As part of their cyber programme, a Chief Information Security Officer was assigned for the region (Richard Harrison), supported by all four DHB CIOs.
“A good relationship also exists with central Government to ensure that policy, strategies and standards remain consistently applied.”
“To represent the clinical contexts, the recent appointment of Dr Karl Cole as chief clinical information officer) has also paid dividends as has the support from Matt Hector-Taylor who has been instrumental in the development of the regions Information Systems Strategic Road Map. His role plays a critical interface with DHB clinicians that ultimately assists with our delivery and annual planning.”
“That is a really big change for us,” he adds. “It assists with our customer centricity strategy and ensures our services are ‘hand in glove’ with the DHBs so we get clinically-led, technology-enabled outcomes.”
In terms of positioning healthAlliance, working with third parties is crucial to achieving goals, says Ward.
“No company should be trying to do everything themselves. Accessing our technology partners’ intellectual property is key for the region and in positioning the company. ‘NZ Inc.’ plays an important role, as does accessing industry knowledge on technology thought leadership to help become more creative, more efficient, and more agile.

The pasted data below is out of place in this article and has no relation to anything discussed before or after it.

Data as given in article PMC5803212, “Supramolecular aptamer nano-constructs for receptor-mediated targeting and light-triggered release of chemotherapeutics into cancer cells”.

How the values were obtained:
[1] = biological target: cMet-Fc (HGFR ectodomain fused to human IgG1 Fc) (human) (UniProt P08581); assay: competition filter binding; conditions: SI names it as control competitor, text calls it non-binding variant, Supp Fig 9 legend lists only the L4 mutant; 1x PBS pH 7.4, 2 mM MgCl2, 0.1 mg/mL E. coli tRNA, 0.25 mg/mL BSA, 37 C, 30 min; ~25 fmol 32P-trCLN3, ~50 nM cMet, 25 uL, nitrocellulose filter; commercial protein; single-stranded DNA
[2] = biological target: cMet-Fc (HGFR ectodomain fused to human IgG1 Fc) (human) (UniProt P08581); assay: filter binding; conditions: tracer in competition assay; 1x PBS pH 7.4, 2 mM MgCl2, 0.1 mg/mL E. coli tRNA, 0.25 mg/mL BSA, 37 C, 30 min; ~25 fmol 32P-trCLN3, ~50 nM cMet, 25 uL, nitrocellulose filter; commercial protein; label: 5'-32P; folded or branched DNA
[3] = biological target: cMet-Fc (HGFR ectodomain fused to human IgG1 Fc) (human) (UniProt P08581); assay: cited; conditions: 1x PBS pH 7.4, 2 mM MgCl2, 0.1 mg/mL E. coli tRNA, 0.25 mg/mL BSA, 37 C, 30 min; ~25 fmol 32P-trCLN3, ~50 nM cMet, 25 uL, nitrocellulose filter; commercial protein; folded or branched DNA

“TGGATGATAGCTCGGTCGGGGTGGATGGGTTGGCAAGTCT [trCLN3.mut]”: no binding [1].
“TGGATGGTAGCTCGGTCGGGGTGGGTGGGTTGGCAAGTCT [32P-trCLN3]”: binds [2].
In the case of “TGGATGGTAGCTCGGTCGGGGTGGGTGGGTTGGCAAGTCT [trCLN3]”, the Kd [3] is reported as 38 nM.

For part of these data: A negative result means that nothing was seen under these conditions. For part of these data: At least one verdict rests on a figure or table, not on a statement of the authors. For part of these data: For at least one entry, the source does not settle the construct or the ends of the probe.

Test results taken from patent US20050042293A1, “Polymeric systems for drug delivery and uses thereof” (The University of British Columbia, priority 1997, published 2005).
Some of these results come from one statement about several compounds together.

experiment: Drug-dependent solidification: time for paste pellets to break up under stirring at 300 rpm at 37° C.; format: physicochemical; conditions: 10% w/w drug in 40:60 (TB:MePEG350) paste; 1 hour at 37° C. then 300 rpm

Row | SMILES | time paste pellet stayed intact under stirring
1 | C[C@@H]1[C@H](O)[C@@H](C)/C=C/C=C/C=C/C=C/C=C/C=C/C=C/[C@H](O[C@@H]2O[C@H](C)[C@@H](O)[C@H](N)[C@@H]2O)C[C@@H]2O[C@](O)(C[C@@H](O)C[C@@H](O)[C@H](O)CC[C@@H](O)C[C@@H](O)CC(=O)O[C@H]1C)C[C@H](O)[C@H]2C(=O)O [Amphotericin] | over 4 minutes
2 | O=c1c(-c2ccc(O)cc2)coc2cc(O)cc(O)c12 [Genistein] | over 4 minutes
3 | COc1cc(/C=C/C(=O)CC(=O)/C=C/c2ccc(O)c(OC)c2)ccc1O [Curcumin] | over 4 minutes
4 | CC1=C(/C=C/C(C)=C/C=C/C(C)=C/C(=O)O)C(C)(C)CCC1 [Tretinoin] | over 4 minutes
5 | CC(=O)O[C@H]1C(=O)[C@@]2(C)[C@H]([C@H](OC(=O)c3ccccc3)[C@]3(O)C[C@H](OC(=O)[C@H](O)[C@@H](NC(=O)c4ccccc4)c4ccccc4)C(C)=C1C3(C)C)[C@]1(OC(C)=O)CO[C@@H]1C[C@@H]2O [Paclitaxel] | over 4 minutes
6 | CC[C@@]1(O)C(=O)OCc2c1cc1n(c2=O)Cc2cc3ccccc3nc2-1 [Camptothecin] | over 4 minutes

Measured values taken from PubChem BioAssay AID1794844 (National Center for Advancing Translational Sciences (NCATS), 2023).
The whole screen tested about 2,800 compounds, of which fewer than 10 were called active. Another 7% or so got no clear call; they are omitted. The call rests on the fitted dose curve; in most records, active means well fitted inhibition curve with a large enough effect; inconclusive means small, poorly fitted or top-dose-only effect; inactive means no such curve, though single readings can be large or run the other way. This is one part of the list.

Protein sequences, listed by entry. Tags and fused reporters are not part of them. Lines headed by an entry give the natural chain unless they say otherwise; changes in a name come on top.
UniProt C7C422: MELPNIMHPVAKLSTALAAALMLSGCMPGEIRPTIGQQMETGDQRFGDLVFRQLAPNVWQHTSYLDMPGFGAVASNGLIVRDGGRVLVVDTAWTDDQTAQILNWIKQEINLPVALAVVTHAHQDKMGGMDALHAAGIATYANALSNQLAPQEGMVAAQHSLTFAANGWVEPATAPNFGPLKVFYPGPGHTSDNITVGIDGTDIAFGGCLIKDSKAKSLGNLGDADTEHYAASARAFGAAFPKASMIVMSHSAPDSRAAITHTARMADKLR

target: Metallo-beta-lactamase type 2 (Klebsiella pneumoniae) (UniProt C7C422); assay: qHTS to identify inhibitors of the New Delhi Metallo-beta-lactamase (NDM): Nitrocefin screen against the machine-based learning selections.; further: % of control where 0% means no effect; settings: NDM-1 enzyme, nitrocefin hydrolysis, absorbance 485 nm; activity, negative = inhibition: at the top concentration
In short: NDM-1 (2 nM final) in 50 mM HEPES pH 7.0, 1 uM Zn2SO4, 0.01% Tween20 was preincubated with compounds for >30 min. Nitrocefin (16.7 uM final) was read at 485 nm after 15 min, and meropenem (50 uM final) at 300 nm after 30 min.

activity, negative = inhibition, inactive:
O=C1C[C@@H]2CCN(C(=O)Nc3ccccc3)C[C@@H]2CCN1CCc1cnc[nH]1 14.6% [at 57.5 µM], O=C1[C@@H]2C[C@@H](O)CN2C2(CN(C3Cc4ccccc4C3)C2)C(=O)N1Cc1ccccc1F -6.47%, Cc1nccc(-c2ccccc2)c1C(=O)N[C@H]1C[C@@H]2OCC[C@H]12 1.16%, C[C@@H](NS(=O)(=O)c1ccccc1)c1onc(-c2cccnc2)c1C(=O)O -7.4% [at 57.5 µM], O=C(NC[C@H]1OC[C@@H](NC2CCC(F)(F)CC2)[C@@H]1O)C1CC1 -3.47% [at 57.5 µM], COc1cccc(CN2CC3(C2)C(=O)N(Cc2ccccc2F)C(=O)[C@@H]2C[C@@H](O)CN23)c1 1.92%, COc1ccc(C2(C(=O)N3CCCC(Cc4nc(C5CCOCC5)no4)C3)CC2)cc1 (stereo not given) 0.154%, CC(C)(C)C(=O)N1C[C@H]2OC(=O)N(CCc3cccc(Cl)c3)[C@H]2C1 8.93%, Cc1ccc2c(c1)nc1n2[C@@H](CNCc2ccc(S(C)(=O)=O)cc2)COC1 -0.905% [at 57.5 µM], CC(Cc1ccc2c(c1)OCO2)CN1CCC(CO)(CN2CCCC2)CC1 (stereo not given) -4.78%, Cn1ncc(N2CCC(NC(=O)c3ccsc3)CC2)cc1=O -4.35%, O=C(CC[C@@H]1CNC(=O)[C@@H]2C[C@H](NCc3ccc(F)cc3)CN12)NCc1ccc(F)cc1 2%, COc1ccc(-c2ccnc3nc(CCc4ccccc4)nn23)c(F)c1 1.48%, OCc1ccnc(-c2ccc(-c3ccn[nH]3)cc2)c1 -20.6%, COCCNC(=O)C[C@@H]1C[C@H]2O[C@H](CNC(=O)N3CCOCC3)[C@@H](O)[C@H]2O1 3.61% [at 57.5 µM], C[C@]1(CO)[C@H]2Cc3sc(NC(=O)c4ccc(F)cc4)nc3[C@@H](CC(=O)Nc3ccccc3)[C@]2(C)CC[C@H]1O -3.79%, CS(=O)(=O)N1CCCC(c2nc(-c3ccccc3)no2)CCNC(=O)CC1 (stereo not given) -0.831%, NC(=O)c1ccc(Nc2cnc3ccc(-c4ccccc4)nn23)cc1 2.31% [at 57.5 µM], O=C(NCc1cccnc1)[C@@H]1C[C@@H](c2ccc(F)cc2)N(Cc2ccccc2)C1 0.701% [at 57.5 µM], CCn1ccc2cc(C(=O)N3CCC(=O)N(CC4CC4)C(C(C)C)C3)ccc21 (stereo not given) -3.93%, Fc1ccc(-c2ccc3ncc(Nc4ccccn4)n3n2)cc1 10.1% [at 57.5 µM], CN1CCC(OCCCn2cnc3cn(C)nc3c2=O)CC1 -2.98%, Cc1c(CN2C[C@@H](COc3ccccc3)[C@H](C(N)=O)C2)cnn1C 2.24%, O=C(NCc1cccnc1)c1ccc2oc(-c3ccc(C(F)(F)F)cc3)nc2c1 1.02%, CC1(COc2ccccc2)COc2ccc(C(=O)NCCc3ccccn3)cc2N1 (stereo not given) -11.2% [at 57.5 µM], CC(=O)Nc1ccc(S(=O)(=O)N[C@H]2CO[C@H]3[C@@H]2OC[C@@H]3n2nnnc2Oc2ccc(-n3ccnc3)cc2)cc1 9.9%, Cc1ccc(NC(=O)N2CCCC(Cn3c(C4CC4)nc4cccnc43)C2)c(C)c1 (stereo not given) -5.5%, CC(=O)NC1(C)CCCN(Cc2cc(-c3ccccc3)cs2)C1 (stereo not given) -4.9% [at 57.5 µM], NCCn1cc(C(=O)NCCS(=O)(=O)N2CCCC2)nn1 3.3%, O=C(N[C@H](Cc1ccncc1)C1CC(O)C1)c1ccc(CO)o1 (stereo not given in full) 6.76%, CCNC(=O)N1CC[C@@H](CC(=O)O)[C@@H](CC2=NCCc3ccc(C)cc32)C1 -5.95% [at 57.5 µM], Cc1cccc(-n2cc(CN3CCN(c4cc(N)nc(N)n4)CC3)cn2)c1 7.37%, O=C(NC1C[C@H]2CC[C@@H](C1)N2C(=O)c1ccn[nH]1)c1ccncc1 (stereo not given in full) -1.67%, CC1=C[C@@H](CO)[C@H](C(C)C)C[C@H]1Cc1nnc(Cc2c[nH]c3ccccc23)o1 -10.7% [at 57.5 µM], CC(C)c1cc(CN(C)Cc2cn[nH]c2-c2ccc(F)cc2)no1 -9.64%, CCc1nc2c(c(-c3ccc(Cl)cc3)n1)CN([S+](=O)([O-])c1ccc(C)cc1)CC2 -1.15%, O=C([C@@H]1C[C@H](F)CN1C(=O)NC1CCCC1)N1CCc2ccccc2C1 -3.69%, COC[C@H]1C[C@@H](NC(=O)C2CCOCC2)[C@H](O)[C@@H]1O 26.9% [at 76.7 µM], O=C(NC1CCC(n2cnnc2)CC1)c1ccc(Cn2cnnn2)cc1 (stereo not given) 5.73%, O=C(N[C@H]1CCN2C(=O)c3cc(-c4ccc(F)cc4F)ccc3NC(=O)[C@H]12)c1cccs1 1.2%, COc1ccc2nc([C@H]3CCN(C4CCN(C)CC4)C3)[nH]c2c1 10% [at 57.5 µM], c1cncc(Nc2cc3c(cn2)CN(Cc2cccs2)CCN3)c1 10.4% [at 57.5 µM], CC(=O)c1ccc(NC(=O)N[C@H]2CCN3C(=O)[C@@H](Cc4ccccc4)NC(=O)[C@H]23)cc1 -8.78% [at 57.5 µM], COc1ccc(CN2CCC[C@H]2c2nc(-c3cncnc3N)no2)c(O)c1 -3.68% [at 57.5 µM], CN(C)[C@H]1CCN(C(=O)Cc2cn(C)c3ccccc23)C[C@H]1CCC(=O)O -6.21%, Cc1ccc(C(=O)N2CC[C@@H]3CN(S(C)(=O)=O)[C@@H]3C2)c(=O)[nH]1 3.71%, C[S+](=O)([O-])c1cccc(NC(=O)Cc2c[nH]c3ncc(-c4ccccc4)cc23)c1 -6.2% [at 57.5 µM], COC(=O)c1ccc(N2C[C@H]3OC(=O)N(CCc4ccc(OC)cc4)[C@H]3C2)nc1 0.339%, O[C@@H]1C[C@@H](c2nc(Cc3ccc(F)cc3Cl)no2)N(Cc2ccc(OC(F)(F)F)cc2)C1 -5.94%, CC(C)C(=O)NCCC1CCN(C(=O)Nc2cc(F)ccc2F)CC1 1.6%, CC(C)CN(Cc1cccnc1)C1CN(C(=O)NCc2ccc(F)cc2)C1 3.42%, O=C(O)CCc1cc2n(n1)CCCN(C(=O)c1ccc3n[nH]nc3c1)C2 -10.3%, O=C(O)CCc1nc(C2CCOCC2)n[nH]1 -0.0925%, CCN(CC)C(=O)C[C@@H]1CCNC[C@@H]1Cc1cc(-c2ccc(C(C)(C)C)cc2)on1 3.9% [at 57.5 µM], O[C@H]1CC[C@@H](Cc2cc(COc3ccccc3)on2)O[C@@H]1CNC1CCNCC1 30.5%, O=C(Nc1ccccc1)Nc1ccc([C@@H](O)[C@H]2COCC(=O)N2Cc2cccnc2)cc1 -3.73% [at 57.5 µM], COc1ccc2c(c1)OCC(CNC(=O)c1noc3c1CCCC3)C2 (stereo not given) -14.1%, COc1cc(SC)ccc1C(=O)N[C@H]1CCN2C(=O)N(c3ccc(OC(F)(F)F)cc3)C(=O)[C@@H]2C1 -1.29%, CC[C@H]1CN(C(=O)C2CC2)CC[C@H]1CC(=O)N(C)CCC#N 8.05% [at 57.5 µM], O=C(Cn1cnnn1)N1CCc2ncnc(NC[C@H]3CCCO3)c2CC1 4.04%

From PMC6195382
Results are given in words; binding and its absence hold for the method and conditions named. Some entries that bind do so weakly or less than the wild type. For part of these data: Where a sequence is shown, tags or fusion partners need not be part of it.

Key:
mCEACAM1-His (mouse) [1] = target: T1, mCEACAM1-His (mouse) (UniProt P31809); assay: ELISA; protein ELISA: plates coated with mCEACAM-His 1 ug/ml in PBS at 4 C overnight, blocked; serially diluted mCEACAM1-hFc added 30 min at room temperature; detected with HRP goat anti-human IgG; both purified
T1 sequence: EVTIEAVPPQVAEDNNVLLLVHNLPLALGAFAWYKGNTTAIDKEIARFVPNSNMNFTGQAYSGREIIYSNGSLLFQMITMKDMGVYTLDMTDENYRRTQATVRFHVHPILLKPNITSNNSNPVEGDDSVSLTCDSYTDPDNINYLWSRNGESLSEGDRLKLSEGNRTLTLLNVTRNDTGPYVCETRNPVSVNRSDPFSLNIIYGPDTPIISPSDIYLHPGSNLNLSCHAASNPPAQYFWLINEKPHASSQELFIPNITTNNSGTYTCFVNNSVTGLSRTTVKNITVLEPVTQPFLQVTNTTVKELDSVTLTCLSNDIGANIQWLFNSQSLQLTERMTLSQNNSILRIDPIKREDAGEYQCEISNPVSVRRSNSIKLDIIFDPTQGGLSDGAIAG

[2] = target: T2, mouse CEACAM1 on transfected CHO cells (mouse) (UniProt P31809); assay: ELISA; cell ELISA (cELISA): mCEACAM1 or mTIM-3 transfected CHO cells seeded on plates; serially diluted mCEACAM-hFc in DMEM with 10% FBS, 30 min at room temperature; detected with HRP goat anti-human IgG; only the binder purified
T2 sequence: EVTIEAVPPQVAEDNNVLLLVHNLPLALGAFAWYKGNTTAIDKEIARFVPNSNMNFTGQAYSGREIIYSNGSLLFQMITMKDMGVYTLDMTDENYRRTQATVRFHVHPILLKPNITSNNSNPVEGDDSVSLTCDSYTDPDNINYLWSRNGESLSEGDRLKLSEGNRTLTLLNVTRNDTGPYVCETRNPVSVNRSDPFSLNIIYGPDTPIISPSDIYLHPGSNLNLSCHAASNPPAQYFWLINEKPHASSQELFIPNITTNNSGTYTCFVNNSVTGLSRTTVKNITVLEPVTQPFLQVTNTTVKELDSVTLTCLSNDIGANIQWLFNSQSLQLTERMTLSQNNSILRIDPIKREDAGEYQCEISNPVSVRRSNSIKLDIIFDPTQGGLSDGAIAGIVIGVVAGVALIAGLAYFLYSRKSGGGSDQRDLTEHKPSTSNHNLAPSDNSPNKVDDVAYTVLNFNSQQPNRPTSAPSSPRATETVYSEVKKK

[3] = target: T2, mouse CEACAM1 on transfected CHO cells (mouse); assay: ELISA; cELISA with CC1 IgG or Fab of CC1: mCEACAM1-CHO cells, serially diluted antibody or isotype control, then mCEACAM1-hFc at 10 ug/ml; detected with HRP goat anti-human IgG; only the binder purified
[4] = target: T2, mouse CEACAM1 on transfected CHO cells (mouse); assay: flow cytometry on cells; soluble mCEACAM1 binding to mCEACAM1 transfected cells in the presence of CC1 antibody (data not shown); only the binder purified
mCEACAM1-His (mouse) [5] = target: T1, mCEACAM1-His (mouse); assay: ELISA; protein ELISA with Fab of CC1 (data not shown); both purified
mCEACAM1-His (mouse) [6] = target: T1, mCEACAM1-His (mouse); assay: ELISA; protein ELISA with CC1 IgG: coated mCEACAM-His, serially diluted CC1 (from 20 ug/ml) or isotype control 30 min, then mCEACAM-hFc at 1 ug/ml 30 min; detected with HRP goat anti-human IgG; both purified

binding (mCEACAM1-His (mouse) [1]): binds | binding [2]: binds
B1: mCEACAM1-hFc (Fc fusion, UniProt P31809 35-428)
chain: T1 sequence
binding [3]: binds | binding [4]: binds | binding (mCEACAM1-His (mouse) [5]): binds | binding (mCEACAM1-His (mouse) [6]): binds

“The move to commodity computing, cloud-based solutions and APIs all play a key role in laying the foundations for the DHBs to achieve their long-term digital goals.
“These new ways of working mean that IT leadership need more financial and commercial skills,” he explains. “There is less tech doing, [and] more enablement for the customer to readily use technology-related solutions.”
“We’ll continue to evolve ourselves, utilise technology partners more effectively, and refine our practices and disciplines in the areas we need to be good at, like any forward-thinking company would do.”
Ward over the time in healthAlliance has also appointed a new executive team introducing executive experiences from other industries such as, from telecommunications, banking, and health.
Apart from Dr Cole, who runs a private practice as well, the executive team includes: Wayne Pohe heading up the tech transformation work, James Allison heading up the large and complex regional IT landscape and related IS services, Denise Dole heading up HR and payroll, Fiona Harnett CFO, Reid McRobie heading up delivery of projects and programmes, and Kevin Robinson heading up engagements with the regional CIOs and the Central Government relationships).